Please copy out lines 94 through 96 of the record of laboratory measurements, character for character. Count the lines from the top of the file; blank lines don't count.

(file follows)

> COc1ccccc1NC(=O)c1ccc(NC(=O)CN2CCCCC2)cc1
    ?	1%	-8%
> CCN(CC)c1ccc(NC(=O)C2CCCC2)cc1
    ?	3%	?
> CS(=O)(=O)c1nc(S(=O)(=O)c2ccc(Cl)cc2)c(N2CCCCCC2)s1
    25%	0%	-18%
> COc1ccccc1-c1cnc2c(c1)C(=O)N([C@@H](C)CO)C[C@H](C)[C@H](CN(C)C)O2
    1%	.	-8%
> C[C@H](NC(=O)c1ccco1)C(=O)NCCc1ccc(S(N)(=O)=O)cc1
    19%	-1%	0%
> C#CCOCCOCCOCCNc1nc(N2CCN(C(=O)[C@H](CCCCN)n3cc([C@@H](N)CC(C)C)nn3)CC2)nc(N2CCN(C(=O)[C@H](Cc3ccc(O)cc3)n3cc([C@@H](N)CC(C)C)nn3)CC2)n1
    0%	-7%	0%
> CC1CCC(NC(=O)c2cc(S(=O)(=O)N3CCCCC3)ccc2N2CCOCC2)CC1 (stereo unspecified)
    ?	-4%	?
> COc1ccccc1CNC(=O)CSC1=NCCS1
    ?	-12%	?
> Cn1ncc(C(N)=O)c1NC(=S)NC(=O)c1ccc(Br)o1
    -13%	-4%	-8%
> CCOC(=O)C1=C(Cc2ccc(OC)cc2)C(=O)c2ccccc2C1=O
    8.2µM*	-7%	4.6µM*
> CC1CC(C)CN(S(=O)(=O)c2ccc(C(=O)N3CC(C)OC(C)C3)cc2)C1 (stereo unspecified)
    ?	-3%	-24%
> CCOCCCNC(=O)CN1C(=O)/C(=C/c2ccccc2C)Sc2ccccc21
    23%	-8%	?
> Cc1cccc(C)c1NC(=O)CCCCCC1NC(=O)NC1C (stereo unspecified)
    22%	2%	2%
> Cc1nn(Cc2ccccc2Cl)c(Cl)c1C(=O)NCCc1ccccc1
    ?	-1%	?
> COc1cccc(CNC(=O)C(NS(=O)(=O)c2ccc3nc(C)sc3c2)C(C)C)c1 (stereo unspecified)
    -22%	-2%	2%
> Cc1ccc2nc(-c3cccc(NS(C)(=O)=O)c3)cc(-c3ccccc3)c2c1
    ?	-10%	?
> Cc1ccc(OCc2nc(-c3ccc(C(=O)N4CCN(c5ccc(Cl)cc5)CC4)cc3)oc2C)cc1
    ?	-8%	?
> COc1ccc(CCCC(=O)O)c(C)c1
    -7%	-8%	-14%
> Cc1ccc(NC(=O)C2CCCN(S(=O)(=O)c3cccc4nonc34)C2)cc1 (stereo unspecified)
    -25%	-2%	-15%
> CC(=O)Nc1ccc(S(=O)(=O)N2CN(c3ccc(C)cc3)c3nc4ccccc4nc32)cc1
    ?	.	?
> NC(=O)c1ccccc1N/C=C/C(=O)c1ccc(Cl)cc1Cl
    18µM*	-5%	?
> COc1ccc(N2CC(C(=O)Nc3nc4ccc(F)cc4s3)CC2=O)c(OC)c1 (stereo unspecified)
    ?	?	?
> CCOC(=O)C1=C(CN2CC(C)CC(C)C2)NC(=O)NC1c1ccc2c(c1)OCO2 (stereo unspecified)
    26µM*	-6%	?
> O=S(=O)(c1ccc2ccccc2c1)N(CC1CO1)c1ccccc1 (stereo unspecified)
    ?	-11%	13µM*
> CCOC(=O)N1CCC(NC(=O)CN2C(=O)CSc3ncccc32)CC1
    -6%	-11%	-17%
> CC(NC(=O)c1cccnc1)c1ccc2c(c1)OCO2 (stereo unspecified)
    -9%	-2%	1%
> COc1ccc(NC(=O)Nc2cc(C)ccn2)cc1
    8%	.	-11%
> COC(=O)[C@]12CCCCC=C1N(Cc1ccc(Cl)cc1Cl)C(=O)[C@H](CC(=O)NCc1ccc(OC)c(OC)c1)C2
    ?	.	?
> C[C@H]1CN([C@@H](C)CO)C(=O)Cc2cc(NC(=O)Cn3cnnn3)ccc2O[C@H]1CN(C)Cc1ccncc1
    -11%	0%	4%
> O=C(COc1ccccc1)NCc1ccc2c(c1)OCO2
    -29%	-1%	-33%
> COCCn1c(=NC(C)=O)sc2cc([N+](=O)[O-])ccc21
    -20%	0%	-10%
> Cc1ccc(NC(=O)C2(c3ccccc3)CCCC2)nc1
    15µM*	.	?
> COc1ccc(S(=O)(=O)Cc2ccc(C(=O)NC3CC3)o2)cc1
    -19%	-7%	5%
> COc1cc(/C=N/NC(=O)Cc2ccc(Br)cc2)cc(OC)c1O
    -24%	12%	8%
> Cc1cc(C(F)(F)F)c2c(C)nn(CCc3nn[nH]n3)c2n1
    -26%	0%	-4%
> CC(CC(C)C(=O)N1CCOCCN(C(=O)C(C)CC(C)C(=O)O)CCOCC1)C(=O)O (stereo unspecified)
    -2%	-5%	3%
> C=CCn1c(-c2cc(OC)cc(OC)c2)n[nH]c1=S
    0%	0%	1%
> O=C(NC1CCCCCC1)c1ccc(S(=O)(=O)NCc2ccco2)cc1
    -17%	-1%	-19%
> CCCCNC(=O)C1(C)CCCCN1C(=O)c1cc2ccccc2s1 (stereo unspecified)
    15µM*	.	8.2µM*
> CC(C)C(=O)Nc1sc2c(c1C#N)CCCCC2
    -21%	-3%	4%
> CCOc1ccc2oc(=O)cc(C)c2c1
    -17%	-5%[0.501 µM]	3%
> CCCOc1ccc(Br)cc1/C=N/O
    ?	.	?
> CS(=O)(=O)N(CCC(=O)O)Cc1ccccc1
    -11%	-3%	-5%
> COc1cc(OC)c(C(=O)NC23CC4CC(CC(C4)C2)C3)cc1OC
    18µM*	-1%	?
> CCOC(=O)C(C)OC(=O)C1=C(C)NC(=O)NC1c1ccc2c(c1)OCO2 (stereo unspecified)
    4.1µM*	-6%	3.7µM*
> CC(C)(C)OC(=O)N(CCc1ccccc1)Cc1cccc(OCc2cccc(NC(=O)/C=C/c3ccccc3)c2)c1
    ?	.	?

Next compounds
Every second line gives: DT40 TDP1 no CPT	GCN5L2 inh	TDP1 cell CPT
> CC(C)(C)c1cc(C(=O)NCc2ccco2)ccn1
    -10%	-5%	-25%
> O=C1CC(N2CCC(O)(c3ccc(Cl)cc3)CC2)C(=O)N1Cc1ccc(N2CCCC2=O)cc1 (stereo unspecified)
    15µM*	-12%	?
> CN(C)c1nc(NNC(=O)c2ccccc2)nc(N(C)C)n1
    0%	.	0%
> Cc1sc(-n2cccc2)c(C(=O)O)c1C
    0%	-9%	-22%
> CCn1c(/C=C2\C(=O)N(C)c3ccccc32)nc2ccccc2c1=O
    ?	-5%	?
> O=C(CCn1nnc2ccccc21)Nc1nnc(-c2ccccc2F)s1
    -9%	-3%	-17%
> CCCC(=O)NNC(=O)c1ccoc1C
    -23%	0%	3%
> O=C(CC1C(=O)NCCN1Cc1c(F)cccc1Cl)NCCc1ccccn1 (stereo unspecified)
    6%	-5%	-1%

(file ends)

Every second line gives: DT40 TDP1 no CPT	GCN5L2 inh	TDP1 cell CPT
> CC(C)(C)c1cc(C(=O)NCc2ccco2)ccn1
    -10%	-5%	-25%